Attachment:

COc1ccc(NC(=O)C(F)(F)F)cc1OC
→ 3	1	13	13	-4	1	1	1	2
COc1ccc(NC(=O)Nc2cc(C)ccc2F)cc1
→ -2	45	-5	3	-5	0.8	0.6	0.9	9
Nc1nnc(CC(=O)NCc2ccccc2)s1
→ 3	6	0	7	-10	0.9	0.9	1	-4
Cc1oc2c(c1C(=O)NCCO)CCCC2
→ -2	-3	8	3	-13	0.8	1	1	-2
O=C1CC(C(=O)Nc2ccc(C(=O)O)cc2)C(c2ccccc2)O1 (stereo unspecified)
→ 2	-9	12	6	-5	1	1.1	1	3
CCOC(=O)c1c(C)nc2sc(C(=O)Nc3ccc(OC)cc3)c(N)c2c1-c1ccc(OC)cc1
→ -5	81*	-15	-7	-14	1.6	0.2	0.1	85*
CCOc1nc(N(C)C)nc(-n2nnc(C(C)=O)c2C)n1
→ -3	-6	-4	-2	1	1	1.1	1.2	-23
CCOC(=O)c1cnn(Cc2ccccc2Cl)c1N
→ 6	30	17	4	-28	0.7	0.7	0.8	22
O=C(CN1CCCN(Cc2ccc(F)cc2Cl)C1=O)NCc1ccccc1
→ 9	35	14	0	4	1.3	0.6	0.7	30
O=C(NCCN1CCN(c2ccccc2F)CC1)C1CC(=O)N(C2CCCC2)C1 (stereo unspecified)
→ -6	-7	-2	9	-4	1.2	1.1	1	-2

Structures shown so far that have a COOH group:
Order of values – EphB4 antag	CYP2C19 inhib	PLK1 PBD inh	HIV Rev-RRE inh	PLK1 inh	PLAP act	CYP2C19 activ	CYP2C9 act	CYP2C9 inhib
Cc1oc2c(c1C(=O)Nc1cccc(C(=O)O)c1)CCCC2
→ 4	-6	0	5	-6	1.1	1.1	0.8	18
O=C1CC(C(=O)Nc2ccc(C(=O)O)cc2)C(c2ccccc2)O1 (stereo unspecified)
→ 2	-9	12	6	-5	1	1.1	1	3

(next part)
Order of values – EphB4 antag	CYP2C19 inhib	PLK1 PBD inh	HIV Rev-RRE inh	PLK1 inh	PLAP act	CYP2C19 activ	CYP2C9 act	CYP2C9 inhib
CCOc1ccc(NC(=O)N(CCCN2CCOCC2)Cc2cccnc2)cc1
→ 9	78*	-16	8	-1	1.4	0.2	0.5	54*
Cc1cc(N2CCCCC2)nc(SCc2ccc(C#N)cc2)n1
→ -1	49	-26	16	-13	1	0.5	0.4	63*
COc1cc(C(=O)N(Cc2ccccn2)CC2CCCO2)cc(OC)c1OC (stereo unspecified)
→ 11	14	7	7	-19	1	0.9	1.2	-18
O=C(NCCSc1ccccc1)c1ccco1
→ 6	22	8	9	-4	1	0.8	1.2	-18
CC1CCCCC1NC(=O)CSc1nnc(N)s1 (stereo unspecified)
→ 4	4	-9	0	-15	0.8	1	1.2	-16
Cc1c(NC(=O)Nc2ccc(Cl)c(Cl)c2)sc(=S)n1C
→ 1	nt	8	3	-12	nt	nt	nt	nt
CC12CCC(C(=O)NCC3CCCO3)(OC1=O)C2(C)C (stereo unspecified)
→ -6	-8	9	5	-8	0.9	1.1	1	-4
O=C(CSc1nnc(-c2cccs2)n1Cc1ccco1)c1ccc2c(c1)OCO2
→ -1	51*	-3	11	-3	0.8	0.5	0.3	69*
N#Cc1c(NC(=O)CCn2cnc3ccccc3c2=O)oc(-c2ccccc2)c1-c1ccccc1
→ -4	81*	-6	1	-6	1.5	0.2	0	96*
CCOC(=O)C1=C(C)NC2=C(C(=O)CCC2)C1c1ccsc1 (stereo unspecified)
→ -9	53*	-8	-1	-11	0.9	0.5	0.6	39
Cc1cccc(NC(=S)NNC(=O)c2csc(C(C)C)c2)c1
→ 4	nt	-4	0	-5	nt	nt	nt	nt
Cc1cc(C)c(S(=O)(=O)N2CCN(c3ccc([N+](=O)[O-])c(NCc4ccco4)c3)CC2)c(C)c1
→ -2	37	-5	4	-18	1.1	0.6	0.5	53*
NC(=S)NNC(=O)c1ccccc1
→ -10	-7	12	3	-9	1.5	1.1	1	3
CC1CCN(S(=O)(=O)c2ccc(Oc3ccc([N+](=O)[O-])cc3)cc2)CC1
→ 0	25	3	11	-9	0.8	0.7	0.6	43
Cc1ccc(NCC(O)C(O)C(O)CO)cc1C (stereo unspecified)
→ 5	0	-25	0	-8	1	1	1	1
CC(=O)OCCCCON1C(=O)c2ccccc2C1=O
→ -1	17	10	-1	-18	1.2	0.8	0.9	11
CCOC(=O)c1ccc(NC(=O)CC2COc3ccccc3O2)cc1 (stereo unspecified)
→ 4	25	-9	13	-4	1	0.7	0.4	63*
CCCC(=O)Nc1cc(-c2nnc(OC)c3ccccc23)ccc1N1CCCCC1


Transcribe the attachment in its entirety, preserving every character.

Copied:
COc1ccc(NC(=O)C(F)(F)F)cc1OC
→ 3	1	13	13	-4	1	1	1	2
COc1ccc(NC(=O)Nc2cc(C)ccc2F)cc1
→ -2	45	-5	3	-5	0.8	0.6	0.9	9
Nc1nnc(CC(=O)NCc2ccccc2)s1
→ 3	6	0	7	-10	0.9	0.9	1	-4
Cc1oc2c(c1C(=O)NCCO)CCCC2
→ -2	-3	8	3	-13	0.8	1	1	-2
O=C1CC(C(=O)Nc2ccc(C(=O)O)cc2)C(c2ccccc2)O1 (stereo unspecified)
→ 2	-9	12	6	-5	1	1.1	1	3
CCOC(=O)c1c(C)nc2sc(C(=O)Nc3ccc(OC)cc3)c(N)c2c1-c1ccc(OC)cc1
→ -5	81*	-15	-7	-14	1.6	0.2	0.1	85*
CCOc1nc(N(C)C)nc(-n2nnc(C(C)=O)c2C)n1
→ -3	-6	-4	-2	1	1	1.1	1.2	-23
CCOC(=O)c1cnn(Cc2ccccc2Cl)c1N
→ 6	30	17	4	-28	0.7	0.7	0.8	22
O=C(CN1CCCN(Cc2ccc(F)cc2Cl)C1=O)NCc1ccccc1
→ 9	35	14	0	4	1.3	0.6	0.7	30
O=C(NCCN1CCN(c2ccccc2F)CC1)C1CC(=O)N(C2CCCC2)C1 (stereo unspecified)
→ -6	-7	-2	9	-4	1.2	1.1	1	-2

Structures shown so far that have a COOH group:
Order of values – EphB4 antag	CYP2C19 inhib	PLK1 PBD inh	HIV Rev-RRE inh	PLK1 inh	PLAP act	CYP2C19 activ	CYP2C9 act	CYP2C9 inhib
Cc1oc2c(c1C(=O)Nc1cccc(C(=O)O)c1)CCCC2
→ 4	-6	0	5	-6	1.1	1.1	0.8	18
O=C1CC(C(=O)Nc2ccc(C(=O)O)cc2)C(c2ccccc2)O1 (stereo unspecified)
→ 2	-9	12	6	-5	1	1.1	1	3

(next part)
Order of values – EphB4 antag	CYP2C19 inhib	PLK1 PBD inh	HIV Rev-RRE inh	PLK1 inh	PLAP act	CYP2C19 activ	CYP2C9 act	CYP2C9 inhib
CCOc1ccc(NC(=O)N(CCCN2CCOCC2)Cc2cccnc2)cc1
→ 9	78*	-16	8	-1	1.4	0.2	0.5	54*
Cc1cc(N2CCCCC2)nc(SCc2ccc(C#N)cc2)n1
→ -1	49	-26	16	-13	1	0.5	0.4	63*
COc1cc(C(=O)N(Cc2ccccn2)CC2CCCO2)cc(OC)c1OC (stereo unspecified)
→ 11	14	7	7	-19	1	0.9	1.2	-18
O=C(NCCSc1ccccc1)c1ccco1
→ 6	22	8	9	-4	1	0.8	1.2	-18
CC1CCCCC1NC(=O)CSc1nnc(N)s1 (stereo unspecified)
→ 4	4	-9	0	-15	0.8	1	1.2	-16
Cc1c(NC(=O)Nc2ccc(Cl)c(Cl)c2)sc(=S)n1C
→ 1	nt	8	3	-12	nt	nt	nt	nt
CC12CCC(C(=O)NCC3CCCO3)(OC1=O)C2(C)C (stereo unspecified)
→ -6	-8	9	5	-8	0.9	1.1	1	-4
O=C(CSc1nnc(-c2cccs2)n1Cc1ccco1)c1ccc2c(c1)OCO2
→ -1	51*	-3	11	-3	0.8	0.5	0.3	69*
N#Cc1c(NC(=O)CCn2cnc3ccccc3c2=O)oc(-c2ccccc2)c1-c1ccccc1
→ -4	81*	-6	1	-6	1.5	0.2	0	96*
CCOC(=O)C1=C(C)NC2=C(C(=O)CCC2)C1c1ccsc1 (stereo unspecified)
→ -9	53*	-8	-1	-11	0.9	0.5	0.6	39
Cc1cccc(NC(=S)NNC(=O)c2csc(C(C)C)c2)c1
→ 4	nt	-4	0	-5	nt	nt	nt	nt
Cc1cc(C)c(S(=O)(=O)N2CCN(c3ccc([N+](=O)[O-])c(NCc4ccco4)c3)CC2)c(C)c1
→ -2	37	-5	4	-18	1.1	0.6	0.5	53*
NC(=S)NNC(=O)c1ccccc1
→ -10	-7	12	3	-9	1.5	1.1	1	3
CC1CCN(S(=O)(=O)c2ccc(Oc3ccc([N+](=O)[O-])cc3)cc2)CC1
→ 0	25	3	11	-9	0.8	0.7	0.6	43
Cc1ccc(NCC(O)C(O)C(O)CO)cc1C (stereo unspecified)
→ 5	0	-25	0	-8	1	1	1	1
CC(=O)OCCCCON1C(=O)c2ccccc2C1=O
→ -1	17	10	-1	-18	1.2	0.8	0.9	11
CCOC(=O)c1ccc(NC(=O)CC2COc3ccccc3O2)cc1 (stereo unspecified)
→ 4	25	-9	13	-4	1	0.7	0.4	63*
CCCC(=O)Nc1cc(-c2nnc(OC)c3ccccc23)ccc1N1CCCCC1